Last fall, we reported that Amazon had acquired the rights to J.R.R. Tolkien’s renowned fantasy saga, The Lord Of The Rings, a move that’s seen by many as a bid to establish its own Game Of Thrones-style ratings juggernaut. We also noted the hefty price tag, which Amazon recently confirmed was $250 million. Now, after paying so handsomely for the ability to just adapt the trilogy, Reuters reports that Amazon will tack another quarter of a billion dollars onto the show’s costs, setting it up to be the most expensive TV series ever made.
Published last week, the Reuters article has lots of previously unreleased data on 19 of Amazon’s series, including The Man In The High Castle and Transparent. Jeff Bezos, Amazon co-founder and current richest man in the world, perceives critical acclaim as a selling point for the Amazon Prime subscription—two years ago, he said when the company “[wins] a Golden Globe, it helps us sell more shoes.” But that overstates the studio arm’s programming reputation—something that has yet to be fully established—while minimizing the real appeal of Amazon Prime (namely, two-day shipping).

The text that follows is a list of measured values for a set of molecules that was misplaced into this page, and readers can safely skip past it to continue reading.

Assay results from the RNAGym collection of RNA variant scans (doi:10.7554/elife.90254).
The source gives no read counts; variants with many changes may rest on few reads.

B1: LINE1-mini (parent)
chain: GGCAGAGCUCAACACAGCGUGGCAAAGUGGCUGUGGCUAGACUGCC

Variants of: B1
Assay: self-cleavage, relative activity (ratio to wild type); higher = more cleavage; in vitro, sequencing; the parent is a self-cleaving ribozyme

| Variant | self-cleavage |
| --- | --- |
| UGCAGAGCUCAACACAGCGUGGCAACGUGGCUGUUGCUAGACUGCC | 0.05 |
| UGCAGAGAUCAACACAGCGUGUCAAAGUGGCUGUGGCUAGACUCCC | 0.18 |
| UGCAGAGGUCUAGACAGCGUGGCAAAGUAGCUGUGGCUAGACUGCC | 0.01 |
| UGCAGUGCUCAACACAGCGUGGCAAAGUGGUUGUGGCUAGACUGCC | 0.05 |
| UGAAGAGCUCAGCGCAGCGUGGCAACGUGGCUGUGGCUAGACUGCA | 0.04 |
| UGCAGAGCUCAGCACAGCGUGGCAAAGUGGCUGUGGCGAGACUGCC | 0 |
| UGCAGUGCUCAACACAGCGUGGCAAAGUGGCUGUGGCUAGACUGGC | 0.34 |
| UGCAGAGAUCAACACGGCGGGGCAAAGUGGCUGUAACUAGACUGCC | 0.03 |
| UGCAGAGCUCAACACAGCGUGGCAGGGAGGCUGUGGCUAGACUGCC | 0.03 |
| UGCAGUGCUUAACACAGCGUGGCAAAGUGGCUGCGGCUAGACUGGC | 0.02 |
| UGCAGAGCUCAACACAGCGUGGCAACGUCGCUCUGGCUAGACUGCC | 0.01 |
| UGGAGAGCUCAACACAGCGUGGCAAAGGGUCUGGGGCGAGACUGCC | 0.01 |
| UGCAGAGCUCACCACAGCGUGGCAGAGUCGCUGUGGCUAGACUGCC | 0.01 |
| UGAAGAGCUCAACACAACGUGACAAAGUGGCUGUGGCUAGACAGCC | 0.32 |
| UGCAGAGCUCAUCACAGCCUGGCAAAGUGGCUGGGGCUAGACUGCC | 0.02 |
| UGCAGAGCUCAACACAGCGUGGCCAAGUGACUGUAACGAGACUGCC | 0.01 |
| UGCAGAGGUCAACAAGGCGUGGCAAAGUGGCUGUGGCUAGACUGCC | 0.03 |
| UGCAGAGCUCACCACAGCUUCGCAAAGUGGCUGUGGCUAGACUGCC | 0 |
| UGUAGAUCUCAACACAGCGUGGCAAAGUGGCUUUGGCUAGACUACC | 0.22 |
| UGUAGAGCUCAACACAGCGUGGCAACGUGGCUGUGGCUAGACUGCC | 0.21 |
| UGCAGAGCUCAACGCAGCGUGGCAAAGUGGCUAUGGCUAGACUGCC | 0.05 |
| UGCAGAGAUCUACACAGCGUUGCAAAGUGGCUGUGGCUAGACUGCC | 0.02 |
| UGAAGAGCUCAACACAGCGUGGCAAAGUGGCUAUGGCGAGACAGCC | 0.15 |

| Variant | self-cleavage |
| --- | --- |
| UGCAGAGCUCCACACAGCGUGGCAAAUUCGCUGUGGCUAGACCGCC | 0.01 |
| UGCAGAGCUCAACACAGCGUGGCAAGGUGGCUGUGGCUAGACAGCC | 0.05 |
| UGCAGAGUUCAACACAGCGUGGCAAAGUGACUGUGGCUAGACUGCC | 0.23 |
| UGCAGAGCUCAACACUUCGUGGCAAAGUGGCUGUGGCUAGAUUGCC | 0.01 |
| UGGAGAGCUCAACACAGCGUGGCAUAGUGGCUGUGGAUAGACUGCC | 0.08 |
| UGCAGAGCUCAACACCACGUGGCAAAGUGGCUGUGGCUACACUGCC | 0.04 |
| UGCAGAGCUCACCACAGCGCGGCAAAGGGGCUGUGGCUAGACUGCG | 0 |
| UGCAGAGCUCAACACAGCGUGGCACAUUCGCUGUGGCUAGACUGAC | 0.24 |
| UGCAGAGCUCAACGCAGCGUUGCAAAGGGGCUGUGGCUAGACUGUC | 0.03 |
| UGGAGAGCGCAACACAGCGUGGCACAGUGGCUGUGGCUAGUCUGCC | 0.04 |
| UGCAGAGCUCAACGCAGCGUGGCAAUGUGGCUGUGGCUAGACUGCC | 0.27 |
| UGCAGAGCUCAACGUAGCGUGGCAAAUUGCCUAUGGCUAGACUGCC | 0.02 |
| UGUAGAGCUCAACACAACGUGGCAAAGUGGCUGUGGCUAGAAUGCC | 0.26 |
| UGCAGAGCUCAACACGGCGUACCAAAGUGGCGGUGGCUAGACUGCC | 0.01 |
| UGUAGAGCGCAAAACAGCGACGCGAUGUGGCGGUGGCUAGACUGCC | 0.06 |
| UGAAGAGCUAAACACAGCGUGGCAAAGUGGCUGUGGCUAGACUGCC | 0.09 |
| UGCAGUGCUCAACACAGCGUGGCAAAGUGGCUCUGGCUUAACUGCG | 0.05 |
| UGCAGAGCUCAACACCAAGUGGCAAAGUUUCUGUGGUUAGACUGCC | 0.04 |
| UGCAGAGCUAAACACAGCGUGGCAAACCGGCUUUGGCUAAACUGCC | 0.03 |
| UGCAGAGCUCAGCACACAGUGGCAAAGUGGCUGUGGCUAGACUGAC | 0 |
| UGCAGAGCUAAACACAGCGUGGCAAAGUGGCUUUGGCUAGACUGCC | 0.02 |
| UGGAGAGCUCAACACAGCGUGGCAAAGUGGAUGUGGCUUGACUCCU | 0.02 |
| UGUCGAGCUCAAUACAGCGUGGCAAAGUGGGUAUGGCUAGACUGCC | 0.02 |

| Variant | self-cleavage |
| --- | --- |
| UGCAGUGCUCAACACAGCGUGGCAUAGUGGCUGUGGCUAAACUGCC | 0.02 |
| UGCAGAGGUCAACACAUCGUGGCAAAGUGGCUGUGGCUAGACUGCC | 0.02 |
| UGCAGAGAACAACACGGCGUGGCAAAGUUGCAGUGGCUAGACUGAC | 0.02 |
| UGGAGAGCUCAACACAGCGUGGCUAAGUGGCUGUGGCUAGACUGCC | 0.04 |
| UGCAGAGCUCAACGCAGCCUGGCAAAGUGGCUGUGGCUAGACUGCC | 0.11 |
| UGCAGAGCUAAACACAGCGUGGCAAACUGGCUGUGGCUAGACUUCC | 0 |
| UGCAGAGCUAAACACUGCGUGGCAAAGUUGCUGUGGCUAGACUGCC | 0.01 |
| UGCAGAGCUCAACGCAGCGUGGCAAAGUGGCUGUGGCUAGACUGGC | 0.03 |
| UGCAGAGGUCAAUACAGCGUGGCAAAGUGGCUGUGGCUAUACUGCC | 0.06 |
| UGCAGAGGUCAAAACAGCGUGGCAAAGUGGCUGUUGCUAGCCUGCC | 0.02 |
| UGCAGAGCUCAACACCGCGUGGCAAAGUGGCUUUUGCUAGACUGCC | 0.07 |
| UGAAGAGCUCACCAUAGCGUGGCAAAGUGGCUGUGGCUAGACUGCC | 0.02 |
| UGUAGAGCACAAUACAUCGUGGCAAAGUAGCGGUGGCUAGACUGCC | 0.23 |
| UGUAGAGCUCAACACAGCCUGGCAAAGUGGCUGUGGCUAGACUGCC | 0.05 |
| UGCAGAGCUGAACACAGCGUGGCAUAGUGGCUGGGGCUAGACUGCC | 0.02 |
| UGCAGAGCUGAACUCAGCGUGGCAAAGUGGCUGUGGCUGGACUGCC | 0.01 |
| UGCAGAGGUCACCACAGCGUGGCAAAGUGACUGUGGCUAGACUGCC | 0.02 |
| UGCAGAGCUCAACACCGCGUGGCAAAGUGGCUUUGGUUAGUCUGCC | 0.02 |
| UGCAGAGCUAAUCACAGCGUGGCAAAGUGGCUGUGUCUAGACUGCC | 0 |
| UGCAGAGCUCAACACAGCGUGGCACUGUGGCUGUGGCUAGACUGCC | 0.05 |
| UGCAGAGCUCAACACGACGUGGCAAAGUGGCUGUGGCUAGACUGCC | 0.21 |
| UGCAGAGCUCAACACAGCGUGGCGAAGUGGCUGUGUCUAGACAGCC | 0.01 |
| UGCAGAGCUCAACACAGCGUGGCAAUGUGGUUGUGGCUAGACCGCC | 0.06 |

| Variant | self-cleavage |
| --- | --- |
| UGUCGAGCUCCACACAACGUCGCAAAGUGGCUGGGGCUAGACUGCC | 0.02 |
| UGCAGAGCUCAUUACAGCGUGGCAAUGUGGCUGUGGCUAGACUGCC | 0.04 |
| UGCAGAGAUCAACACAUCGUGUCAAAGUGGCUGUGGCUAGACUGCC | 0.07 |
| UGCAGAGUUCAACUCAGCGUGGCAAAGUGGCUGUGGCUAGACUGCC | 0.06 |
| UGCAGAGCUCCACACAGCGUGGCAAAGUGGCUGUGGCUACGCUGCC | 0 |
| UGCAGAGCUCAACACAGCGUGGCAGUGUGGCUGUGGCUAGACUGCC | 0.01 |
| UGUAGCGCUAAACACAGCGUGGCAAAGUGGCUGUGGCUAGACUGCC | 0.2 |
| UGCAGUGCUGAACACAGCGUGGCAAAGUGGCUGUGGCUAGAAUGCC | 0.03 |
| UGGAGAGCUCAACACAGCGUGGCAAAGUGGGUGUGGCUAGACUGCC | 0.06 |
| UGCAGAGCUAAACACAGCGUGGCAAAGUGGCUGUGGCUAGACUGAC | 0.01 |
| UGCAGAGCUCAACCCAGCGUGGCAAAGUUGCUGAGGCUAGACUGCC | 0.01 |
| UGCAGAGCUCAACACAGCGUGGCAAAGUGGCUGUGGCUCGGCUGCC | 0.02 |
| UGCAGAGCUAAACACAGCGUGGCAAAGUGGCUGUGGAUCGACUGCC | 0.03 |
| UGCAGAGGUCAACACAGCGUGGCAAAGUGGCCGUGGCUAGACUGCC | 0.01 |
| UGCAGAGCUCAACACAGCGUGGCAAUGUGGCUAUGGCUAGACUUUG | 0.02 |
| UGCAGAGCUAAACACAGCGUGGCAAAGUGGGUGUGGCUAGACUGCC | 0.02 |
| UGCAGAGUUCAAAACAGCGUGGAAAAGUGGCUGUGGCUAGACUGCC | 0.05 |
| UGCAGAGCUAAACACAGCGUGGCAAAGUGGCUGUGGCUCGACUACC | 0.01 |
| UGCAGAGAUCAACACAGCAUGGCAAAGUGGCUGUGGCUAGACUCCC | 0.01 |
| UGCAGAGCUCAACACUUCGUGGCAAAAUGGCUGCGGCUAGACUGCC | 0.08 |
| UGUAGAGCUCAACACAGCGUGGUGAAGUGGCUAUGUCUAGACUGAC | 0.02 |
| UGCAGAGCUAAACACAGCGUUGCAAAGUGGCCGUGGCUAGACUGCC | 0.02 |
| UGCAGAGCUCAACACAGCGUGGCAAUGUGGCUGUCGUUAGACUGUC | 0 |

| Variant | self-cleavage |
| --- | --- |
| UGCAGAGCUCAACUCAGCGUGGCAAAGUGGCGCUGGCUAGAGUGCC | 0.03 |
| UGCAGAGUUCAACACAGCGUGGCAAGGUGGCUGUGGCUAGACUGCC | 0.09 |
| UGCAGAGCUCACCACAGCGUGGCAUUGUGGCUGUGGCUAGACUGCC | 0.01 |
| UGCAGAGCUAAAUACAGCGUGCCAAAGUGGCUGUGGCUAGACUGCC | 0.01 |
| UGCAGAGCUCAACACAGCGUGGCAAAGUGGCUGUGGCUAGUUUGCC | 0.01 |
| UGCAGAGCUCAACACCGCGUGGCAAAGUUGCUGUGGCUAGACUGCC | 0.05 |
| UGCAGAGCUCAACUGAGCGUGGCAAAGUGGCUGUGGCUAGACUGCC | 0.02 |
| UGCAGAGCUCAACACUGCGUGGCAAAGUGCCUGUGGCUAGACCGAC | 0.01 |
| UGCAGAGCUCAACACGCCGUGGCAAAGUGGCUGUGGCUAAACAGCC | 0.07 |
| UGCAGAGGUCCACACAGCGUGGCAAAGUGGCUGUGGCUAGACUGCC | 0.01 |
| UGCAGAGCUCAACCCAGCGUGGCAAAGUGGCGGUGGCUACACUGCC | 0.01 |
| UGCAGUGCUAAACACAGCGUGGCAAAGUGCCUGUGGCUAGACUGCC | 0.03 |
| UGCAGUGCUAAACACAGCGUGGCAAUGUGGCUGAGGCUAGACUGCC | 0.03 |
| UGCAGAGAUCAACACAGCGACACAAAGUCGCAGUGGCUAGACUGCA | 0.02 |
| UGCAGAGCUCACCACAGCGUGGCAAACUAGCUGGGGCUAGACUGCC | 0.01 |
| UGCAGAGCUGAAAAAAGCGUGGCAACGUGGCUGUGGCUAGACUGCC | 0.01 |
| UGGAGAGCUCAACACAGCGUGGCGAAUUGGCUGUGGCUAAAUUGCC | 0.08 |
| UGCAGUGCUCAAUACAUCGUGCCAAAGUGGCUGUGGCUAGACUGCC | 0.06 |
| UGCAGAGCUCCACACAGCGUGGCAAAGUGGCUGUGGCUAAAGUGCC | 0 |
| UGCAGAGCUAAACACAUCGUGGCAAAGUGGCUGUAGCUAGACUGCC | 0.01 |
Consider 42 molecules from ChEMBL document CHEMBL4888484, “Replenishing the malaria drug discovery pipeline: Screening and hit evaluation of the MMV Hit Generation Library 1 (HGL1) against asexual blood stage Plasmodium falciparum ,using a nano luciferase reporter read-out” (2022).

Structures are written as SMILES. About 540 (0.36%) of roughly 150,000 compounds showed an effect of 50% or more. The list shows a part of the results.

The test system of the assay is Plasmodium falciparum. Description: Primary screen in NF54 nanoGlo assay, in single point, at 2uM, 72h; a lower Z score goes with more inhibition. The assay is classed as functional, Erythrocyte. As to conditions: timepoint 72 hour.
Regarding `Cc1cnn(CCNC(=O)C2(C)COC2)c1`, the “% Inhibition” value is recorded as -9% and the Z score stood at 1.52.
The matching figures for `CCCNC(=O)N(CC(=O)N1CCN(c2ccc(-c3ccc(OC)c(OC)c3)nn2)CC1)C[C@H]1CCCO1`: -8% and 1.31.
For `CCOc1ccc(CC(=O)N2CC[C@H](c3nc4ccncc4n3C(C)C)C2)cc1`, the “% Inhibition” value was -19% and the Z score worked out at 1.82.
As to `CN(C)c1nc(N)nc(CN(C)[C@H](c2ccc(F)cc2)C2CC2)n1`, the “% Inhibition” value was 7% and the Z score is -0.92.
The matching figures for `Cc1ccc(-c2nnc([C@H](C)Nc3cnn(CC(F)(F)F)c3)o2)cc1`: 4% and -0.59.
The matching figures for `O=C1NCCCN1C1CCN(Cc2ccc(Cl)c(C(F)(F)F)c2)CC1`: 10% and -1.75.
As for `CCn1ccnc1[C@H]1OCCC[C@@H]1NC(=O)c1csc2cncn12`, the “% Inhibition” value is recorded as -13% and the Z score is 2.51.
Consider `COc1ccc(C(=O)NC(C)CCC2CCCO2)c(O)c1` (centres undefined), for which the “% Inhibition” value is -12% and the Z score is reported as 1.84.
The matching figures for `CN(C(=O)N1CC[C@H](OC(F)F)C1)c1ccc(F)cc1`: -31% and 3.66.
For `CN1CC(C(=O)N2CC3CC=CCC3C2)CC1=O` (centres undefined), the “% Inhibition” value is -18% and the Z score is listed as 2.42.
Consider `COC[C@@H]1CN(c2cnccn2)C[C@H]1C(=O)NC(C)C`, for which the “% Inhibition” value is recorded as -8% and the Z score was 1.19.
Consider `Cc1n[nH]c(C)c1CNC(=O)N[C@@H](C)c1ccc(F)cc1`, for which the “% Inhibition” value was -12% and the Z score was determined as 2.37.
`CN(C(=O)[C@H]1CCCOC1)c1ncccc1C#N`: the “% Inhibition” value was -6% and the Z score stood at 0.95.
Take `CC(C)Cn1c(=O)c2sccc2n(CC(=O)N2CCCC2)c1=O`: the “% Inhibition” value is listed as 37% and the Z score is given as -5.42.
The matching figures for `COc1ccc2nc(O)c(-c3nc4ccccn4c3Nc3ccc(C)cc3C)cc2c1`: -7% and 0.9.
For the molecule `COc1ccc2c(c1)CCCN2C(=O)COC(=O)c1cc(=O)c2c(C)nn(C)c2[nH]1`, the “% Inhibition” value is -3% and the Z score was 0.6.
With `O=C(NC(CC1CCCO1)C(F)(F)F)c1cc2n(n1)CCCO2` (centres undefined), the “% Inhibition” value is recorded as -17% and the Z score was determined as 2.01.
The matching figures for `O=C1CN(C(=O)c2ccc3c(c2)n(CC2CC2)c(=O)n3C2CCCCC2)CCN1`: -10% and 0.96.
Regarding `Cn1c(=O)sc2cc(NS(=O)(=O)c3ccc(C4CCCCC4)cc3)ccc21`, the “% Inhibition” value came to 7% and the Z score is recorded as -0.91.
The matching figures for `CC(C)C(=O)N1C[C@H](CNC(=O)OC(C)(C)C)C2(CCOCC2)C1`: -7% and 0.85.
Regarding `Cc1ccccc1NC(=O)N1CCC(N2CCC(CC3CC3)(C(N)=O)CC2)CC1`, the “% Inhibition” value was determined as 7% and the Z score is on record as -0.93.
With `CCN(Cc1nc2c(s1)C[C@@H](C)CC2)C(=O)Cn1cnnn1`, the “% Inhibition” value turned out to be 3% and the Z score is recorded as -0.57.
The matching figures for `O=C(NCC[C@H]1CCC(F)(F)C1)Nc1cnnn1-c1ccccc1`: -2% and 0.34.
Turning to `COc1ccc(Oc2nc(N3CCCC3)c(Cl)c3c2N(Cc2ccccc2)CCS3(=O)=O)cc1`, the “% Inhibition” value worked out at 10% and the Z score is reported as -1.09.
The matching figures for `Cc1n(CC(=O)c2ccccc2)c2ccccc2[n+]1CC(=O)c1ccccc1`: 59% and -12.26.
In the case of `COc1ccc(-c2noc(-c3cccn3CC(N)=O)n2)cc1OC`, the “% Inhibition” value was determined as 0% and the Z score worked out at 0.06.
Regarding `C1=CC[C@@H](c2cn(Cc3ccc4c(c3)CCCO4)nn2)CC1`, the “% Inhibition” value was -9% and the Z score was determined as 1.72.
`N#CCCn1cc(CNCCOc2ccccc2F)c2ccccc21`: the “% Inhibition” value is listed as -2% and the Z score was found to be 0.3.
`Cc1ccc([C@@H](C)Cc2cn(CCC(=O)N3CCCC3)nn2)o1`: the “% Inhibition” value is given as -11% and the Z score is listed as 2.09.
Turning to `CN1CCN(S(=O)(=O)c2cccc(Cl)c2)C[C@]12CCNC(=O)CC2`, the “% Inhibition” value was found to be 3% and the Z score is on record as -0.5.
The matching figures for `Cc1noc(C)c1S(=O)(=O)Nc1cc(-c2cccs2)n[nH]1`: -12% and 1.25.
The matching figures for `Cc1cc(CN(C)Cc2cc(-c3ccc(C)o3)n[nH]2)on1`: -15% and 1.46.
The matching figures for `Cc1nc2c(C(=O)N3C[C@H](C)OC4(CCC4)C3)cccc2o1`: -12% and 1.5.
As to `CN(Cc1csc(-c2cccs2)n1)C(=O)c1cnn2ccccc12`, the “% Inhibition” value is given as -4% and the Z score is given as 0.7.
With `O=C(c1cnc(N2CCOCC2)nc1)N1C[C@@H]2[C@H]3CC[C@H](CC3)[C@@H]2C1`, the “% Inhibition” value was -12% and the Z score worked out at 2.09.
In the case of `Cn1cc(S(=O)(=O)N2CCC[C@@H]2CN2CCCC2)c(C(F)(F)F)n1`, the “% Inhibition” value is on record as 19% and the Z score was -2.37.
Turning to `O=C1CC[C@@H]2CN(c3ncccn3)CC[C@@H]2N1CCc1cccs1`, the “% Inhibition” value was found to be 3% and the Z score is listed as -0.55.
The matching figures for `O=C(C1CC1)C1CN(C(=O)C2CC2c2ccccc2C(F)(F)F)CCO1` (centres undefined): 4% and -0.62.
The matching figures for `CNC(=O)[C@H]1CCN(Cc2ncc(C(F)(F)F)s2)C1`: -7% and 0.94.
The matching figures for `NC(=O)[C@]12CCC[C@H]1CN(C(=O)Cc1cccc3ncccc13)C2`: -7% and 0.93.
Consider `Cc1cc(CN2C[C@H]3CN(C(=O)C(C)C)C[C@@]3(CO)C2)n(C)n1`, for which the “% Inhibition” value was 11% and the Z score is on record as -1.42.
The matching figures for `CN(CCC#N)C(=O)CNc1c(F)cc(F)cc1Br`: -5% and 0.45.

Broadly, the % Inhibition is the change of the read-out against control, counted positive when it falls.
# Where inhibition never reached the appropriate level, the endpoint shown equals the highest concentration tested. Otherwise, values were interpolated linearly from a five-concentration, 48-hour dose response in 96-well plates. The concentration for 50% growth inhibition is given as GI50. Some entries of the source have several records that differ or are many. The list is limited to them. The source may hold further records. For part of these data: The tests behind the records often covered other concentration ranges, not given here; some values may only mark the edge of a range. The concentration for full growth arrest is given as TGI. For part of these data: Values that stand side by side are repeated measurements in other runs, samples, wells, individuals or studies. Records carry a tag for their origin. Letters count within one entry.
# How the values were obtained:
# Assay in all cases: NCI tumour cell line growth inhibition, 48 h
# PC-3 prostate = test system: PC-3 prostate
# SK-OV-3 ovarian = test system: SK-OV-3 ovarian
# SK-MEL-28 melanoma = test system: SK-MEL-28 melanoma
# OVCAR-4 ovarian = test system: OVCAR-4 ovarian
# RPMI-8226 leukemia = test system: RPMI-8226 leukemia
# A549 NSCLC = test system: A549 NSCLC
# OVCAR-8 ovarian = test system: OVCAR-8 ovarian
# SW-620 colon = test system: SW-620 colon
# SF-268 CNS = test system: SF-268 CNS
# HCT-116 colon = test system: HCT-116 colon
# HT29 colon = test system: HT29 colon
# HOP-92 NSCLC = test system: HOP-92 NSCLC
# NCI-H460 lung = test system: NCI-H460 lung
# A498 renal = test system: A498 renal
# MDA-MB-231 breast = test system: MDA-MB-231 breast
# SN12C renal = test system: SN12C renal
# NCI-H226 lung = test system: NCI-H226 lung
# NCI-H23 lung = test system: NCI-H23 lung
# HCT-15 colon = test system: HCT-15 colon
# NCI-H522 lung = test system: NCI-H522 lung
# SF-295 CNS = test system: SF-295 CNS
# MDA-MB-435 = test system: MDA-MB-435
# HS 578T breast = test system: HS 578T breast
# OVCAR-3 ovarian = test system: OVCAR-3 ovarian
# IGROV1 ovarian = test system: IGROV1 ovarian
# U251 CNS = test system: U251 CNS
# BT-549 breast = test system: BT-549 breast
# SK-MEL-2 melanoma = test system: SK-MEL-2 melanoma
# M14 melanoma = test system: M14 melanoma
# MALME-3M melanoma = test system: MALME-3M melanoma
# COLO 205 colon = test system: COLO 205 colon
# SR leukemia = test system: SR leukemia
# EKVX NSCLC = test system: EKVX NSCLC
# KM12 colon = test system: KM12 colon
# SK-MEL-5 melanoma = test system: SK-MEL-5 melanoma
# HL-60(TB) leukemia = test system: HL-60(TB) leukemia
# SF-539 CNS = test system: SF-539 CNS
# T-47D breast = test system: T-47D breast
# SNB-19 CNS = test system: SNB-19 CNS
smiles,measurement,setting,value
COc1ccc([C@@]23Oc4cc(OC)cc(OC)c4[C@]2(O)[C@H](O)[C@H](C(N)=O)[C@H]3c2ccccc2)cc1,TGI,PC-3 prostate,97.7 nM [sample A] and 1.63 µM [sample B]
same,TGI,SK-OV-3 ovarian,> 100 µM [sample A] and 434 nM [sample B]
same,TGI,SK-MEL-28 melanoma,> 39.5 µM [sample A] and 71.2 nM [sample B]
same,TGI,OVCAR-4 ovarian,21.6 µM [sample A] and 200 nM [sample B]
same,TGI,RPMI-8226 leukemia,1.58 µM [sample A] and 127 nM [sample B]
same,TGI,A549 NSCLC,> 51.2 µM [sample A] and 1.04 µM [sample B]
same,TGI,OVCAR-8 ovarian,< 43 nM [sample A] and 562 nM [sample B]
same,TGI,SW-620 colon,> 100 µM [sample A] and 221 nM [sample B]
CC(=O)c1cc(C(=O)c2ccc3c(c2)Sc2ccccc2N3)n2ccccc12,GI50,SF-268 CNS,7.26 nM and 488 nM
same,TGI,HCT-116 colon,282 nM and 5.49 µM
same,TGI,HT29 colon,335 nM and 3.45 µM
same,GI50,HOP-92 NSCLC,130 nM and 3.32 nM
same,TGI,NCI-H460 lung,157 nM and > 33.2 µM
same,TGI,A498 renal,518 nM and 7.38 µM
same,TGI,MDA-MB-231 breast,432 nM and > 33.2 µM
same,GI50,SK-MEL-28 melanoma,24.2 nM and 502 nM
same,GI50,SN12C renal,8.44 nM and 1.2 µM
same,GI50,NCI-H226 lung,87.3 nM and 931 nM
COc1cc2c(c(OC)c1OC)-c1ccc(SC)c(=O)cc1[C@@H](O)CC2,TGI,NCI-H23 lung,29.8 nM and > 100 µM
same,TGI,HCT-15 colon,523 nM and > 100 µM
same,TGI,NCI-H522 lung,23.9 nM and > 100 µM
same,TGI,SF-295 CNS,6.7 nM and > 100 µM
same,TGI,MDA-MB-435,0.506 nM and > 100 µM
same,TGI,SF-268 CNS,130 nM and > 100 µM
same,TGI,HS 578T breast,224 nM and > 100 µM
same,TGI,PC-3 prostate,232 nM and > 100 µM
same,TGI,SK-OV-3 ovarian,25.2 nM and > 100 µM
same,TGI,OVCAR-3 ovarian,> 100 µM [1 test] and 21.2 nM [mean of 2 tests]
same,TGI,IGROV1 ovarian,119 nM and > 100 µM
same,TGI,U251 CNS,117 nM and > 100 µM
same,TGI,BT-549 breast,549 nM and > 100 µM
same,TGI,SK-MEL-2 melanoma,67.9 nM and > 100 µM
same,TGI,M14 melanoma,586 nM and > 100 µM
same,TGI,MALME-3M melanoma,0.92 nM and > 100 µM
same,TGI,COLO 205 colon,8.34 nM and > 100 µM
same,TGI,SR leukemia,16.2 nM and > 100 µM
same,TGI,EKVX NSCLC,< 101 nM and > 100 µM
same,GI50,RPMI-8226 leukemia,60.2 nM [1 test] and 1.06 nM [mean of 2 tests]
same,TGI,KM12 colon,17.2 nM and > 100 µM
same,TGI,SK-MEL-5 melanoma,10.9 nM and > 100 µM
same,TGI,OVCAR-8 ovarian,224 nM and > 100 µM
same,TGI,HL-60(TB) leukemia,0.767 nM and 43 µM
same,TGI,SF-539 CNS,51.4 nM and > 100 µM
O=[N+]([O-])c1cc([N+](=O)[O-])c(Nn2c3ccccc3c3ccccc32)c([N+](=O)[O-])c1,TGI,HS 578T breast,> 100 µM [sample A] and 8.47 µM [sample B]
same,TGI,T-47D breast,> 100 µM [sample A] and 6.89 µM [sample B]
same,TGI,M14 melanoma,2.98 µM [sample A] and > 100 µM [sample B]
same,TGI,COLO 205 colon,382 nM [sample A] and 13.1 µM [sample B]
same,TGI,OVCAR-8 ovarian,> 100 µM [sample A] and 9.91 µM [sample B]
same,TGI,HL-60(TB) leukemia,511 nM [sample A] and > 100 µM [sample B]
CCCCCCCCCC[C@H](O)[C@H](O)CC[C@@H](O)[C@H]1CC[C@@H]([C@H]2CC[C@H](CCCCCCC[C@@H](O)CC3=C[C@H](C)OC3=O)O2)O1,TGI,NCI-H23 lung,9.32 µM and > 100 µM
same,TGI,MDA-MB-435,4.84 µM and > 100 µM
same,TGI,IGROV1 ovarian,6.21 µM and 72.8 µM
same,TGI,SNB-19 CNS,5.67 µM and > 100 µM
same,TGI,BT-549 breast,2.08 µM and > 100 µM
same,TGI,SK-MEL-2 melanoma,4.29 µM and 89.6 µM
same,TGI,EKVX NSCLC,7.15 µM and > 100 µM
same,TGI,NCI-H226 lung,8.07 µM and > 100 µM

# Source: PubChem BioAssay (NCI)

Of course, that could be the very logic behind this aggressive spending on the LOTR series, which a Reuters source says could exceed $250 million for production and marketing on two seasons. But even then, it sees some stiff competition from Game Of Thrones, whose budget has ballooned to $15 million per episode for its eighth season. Really, it’s only because there are only six episodes remaining in D.B. Weiss and David Benioff’s fantasy series that Amazon might edge out HBO (in expenditures, anyway).
As for what Amazon’s getting in exchange for all that money, the studio is developing a prequel series to Fellowship Of The Ring and potential spin-offs. We’re unsure what this means for Andy Serkis and his motion-capture markers.